Filmmaker: Mohamed Harb
Madeleine Kolab always had a strong relationship with the sea. She grew up swimming and helping her father in the family’s fishing business, while dreaming of a career as fashion designer. But the life of the Gazan teenager changed dramatically when her father was attacked by an Israeli patrol boat in 2009.
“I would always go to the sea with my father to play and swim. As I grew older, my relationship with the sea turned from being a game to a part of my life. My dreams were swept away by the waves and became broken ones,” she says.
Due to Israel’s ongoing naval blockade of the Gaza Strip, fishermen are struggling to make ends meet. Under the 1993 Oslo Accords, the Gaza offshore fishing limit was set at 37 kilometres. But over the following 23 years, Israel gradually reduced this to as little as five kilometres at one point. The fishing limit is enforced by Israeli gunboats, so fishing in Gaza has become a risky business.
As the eldest of three children and with no other source of income, Madeleine felt obliged to become the sole family breadwinner after her father was badly injured in the gunboat attack – a challenge she now takes great pride in.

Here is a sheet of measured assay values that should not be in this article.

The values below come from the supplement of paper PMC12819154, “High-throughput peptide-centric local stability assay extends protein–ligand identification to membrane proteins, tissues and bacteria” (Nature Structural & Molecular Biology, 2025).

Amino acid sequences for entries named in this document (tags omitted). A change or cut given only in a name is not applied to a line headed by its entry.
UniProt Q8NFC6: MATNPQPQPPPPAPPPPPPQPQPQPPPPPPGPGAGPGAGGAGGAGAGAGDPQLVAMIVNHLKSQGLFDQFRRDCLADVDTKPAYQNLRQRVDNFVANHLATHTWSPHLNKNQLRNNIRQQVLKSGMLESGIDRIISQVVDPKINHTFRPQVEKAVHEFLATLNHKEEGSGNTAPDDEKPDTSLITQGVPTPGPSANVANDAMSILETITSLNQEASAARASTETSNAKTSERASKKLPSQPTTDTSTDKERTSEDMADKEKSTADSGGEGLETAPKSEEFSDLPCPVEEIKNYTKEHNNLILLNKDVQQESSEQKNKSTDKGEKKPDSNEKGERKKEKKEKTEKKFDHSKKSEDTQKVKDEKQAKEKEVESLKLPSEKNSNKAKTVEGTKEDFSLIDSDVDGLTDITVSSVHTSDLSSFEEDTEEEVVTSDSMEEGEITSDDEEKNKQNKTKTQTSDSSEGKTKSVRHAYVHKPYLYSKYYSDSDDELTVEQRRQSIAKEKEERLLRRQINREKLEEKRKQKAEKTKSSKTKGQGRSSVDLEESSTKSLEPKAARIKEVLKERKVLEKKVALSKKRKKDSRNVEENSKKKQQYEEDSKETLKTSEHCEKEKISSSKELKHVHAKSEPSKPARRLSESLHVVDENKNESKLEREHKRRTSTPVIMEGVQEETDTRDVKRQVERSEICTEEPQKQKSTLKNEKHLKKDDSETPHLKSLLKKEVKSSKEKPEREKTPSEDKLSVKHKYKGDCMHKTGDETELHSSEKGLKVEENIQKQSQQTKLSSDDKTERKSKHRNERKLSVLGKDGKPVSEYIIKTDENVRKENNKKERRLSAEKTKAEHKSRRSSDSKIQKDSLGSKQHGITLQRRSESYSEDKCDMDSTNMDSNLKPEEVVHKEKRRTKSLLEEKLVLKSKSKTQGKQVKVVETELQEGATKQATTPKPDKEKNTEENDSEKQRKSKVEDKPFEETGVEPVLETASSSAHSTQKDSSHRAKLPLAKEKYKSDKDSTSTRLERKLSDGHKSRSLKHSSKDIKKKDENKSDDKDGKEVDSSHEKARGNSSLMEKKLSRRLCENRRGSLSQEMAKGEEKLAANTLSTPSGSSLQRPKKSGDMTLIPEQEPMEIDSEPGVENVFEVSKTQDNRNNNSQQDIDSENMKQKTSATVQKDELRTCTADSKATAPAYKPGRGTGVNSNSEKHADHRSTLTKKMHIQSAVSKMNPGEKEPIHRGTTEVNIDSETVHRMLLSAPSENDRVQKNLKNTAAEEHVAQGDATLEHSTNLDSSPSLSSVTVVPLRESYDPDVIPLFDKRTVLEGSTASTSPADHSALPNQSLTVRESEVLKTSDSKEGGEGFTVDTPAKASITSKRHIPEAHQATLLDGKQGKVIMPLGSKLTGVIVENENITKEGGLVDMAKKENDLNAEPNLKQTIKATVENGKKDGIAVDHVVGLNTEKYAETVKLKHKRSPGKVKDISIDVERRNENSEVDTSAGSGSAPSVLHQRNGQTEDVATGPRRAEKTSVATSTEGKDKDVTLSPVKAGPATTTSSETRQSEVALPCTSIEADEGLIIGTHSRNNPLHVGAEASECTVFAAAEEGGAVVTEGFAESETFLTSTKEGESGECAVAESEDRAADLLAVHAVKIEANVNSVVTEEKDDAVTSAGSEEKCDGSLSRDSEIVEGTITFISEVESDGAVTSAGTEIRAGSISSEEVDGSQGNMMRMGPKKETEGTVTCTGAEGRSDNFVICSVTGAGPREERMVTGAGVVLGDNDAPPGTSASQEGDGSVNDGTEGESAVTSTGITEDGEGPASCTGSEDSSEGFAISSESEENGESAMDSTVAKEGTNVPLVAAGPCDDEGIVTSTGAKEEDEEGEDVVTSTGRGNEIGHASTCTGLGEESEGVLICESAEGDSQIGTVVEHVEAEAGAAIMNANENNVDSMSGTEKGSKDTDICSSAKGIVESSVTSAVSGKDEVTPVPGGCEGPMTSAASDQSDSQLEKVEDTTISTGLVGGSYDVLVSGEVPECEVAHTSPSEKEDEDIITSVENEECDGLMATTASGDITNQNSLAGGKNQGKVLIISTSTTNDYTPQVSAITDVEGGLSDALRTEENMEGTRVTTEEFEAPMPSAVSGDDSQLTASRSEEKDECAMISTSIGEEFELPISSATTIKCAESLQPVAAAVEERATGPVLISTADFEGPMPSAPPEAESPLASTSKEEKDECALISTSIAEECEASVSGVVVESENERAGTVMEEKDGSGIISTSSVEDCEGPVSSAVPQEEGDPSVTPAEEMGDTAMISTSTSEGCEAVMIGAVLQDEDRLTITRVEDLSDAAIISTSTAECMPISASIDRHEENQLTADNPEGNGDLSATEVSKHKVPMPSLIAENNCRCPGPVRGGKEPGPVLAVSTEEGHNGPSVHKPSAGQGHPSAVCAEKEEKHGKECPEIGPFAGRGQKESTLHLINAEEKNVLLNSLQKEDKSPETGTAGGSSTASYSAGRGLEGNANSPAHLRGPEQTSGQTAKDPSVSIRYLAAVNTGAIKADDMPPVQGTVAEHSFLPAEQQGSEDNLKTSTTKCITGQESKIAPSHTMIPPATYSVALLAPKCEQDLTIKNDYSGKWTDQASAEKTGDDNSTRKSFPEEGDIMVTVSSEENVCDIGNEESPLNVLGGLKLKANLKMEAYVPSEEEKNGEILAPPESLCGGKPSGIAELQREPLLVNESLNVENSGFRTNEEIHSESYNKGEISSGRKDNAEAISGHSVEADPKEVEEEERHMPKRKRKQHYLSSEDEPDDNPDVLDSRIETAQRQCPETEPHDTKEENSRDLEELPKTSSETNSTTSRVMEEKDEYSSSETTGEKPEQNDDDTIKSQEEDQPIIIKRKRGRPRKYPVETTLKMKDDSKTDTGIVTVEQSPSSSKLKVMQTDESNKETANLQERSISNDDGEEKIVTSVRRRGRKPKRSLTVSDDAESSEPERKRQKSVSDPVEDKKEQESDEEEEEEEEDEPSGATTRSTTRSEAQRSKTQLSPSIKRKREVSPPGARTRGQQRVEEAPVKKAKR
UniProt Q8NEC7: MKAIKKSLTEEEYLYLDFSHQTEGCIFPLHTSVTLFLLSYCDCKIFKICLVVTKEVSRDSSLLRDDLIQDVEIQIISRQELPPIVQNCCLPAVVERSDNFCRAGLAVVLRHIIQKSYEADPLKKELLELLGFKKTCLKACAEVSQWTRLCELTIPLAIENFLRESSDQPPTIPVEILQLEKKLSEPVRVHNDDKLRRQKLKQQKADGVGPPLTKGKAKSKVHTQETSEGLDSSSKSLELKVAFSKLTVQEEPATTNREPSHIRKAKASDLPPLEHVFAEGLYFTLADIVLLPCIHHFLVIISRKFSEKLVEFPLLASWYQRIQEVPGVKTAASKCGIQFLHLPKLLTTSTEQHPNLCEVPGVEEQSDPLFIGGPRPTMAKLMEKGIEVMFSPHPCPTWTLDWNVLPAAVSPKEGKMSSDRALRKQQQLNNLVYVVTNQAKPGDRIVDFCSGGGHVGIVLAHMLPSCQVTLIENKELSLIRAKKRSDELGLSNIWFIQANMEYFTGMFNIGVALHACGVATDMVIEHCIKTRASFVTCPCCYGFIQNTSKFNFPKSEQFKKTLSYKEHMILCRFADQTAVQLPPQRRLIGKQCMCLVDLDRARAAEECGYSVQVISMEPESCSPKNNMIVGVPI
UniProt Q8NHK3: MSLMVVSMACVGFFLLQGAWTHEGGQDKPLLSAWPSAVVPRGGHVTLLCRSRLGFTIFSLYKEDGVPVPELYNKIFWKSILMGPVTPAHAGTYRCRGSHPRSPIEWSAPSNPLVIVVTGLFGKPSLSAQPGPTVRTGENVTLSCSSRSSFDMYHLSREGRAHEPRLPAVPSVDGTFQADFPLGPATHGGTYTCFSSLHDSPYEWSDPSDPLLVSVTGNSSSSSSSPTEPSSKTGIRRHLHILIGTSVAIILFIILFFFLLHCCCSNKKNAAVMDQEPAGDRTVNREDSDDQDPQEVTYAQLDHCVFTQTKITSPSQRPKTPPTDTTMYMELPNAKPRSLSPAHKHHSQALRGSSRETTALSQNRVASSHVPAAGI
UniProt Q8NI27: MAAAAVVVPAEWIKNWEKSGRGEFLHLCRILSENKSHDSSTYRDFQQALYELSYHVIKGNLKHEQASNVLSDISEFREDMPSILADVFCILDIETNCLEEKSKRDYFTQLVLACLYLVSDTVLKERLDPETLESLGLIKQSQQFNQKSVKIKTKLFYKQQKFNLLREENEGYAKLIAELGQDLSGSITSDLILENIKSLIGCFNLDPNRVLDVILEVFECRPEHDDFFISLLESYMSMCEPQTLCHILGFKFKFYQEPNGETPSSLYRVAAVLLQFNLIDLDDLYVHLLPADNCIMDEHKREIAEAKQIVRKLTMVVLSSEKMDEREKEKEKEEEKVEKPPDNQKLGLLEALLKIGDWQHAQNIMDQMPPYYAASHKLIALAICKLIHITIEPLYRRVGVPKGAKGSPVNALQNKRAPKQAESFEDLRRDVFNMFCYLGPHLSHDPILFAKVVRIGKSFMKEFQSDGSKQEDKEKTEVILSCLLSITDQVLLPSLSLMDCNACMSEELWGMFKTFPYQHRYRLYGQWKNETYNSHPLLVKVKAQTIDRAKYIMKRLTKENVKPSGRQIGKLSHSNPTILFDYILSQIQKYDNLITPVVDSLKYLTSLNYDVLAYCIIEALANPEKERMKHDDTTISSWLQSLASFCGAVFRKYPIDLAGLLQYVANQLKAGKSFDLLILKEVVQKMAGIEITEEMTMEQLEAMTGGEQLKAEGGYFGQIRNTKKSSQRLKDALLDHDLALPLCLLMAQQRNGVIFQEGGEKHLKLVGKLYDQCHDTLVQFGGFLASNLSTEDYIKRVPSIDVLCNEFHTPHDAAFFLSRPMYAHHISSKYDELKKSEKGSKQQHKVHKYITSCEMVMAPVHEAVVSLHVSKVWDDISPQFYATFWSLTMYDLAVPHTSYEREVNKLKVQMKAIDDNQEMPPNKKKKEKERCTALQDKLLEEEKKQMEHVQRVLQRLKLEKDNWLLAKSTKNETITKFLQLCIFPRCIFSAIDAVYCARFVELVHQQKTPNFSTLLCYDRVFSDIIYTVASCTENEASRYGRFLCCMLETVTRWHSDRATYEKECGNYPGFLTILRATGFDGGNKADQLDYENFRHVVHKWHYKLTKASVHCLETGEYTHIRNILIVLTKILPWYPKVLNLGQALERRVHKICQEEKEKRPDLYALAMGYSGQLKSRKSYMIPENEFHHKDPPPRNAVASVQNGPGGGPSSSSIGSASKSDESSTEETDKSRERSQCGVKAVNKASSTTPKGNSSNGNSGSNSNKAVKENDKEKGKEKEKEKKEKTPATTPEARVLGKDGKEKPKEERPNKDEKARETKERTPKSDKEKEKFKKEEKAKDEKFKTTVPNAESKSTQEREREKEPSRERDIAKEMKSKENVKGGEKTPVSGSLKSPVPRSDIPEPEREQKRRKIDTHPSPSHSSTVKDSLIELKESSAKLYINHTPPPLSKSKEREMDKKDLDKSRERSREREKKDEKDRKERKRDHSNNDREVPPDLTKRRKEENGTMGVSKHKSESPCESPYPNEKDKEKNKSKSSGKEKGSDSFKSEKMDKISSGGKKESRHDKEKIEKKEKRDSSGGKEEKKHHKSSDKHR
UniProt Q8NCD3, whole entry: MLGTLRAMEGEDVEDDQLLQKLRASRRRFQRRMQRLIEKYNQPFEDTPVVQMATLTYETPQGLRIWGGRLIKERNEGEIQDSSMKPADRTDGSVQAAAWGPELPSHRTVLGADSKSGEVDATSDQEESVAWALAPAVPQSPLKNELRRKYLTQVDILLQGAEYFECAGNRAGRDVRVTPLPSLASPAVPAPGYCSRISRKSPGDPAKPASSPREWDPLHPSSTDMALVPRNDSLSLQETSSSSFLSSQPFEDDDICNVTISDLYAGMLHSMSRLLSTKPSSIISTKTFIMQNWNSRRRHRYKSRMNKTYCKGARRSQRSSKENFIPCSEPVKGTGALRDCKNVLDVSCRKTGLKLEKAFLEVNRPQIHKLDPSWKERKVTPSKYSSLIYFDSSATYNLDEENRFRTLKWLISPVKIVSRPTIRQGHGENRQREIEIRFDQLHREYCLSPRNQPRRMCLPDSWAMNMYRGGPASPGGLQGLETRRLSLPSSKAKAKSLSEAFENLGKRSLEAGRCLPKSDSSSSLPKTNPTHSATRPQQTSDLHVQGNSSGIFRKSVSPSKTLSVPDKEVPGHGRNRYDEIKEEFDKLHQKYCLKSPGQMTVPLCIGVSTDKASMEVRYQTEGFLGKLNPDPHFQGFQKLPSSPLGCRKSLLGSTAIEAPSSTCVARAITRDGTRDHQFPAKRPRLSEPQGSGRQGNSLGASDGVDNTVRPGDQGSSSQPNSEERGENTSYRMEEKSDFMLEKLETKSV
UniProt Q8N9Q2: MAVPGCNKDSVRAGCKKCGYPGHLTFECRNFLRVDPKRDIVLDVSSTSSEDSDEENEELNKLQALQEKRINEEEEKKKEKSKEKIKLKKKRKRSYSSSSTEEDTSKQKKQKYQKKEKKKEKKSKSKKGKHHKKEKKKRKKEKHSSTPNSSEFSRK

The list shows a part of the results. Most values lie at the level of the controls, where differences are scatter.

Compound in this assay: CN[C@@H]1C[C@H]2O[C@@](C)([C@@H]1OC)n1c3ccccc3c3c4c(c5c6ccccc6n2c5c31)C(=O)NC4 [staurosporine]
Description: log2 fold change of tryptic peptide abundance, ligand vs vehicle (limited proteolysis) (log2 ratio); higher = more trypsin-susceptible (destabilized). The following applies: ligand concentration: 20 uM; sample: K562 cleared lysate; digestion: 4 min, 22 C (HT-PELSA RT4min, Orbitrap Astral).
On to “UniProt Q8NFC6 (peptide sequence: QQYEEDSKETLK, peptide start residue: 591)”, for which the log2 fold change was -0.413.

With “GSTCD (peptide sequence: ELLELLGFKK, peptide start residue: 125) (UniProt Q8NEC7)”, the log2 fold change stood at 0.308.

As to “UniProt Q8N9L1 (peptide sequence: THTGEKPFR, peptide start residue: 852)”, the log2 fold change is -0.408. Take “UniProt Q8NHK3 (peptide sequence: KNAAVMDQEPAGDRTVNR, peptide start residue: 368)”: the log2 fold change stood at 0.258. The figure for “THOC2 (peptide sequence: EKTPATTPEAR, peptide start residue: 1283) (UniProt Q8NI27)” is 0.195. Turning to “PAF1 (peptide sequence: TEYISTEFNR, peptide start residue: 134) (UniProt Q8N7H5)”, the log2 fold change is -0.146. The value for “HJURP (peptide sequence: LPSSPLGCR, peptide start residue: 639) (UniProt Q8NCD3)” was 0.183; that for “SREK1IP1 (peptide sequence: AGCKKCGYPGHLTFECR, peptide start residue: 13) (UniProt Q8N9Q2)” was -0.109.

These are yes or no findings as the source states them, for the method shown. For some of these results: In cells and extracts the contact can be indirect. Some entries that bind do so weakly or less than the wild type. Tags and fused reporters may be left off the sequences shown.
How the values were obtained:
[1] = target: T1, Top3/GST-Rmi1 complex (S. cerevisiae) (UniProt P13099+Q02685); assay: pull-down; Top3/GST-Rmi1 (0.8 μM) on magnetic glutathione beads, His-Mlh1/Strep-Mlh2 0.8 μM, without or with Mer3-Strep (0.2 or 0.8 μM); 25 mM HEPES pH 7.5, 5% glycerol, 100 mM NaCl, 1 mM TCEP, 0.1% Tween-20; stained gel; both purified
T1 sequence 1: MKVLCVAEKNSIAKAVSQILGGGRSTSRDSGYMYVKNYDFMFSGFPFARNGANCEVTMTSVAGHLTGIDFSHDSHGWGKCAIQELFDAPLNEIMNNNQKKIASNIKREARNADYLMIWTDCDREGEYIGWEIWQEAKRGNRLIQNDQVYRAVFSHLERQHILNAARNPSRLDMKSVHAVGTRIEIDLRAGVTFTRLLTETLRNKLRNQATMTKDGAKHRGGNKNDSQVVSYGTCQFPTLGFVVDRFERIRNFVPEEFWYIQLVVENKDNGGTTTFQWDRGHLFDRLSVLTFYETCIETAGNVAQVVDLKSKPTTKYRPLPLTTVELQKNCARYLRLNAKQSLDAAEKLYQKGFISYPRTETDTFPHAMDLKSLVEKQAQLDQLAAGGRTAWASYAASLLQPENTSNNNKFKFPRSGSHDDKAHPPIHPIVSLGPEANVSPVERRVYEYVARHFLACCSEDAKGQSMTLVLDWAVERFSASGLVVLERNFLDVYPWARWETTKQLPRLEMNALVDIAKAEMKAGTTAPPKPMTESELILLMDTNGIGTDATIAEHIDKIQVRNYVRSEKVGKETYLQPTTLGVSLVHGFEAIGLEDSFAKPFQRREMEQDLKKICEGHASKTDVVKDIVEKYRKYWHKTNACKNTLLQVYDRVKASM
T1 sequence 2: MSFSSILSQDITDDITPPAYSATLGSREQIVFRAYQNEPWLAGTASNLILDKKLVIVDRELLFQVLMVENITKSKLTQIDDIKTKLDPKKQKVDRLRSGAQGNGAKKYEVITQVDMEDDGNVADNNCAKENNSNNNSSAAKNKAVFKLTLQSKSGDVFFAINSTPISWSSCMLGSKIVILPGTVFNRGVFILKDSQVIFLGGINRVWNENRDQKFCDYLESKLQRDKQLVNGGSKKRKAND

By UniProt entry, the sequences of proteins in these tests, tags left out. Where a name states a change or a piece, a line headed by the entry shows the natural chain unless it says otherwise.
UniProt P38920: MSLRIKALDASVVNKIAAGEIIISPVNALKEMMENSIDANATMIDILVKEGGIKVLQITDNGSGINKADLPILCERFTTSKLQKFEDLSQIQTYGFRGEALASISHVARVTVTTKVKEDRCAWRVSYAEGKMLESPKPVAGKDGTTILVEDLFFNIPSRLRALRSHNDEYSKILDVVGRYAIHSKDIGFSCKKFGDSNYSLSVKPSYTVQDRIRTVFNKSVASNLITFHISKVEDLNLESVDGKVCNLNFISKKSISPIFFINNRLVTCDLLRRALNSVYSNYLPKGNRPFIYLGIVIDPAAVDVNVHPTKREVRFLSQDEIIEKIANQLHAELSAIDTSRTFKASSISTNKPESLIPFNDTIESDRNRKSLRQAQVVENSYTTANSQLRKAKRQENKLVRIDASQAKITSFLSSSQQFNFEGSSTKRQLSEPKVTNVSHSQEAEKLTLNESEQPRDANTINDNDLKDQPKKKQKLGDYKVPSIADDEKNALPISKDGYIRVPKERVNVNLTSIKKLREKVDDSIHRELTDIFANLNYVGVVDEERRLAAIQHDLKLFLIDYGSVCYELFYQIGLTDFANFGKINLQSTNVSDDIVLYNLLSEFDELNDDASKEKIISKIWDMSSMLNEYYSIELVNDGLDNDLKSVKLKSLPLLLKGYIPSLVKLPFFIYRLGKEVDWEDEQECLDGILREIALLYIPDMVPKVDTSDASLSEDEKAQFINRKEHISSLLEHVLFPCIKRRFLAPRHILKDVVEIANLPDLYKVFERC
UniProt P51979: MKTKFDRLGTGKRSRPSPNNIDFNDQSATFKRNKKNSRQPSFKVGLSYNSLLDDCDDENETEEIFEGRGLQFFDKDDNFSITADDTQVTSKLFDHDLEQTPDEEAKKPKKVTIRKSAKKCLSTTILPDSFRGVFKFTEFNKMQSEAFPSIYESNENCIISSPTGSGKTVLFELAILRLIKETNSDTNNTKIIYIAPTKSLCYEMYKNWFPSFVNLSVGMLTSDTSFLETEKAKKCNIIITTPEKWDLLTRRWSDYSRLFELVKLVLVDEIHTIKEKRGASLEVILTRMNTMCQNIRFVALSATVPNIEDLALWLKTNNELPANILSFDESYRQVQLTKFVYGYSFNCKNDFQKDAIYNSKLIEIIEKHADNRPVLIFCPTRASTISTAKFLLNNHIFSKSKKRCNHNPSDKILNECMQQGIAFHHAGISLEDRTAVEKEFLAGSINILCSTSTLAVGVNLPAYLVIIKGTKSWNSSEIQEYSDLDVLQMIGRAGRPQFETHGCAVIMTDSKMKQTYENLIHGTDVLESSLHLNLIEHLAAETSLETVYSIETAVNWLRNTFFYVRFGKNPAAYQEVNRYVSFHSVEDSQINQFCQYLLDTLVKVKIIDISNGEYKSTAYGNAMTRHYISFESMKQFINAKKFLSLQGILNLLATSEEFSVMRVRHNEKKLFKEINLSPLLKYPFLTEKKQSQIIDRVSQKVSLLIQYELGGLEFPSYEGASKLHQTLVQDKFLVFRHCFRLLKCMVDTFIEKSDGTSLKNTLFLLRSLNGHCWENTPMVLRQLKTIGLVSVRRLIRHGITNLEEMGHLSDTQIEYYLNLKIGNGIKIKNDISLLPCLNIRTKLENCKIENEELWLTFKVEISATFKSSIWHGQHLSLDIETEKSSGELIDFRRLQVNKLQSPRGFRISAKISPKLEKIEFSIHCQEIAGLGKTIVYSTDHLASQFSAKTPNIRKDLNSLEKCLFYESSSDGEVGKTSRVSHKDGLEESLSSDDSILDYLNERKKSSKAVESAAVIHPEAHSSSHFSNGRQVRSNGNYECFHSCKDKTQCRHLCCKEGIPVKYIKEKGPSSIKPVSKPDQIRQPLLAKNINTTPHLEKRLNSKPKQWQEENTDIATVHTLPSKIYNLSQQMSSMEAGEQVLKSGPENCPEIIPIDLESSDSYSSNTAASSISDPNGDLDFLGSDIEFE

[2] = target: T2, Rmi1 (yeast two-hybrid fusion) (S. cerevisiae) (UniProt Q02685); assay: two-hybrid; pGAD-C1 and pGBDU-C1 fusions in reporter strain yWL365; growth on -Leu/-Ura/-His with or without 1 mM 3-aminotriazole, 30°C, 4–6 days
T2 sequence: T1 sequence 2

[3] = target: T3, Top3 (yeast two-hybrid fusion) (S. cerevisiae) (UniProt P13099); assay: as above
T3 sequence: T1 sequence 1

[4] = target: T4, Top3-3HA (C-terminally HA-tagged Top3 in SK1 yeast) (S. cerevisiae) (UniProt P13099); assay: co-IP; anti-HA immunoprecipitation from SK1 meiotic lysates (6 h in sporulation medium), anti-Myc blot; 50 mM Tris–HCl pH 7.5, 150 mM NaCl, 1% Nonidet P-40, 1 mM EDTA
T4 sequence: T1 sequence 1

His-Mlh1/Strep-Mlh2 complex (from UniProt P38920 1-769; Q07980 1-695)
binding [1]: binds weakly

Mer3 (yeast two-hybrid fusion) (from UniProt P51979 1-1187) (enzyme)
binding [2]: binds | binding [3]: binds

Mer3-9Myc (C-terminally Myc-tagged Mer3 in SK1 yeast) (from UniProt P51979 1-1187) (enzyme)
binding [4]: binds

I am very happy with my work and feel relaxed when I am on the sea. The days I go to sea, I feel safe, although it’s a tiring job and a big responsibility.
“When my father fell ill, the doctors said he couldn’t be exposed to seawater, the cold or the wind anymore,” says Madeleine.
“There was no other choice for me but to take his place. I manage the money and go sea fishing. That was difficult for both of us. I didn’t know what to expect but I had to rely on myself. I didn’t want him to feel he had to go to sea or start begging. I wanted him to feel he could depend on someone. I pushed myself and overcame my fear. My challenge was to make my father proud of me.”
Madeleine is 22 now but she took over the family fishing business at the age of…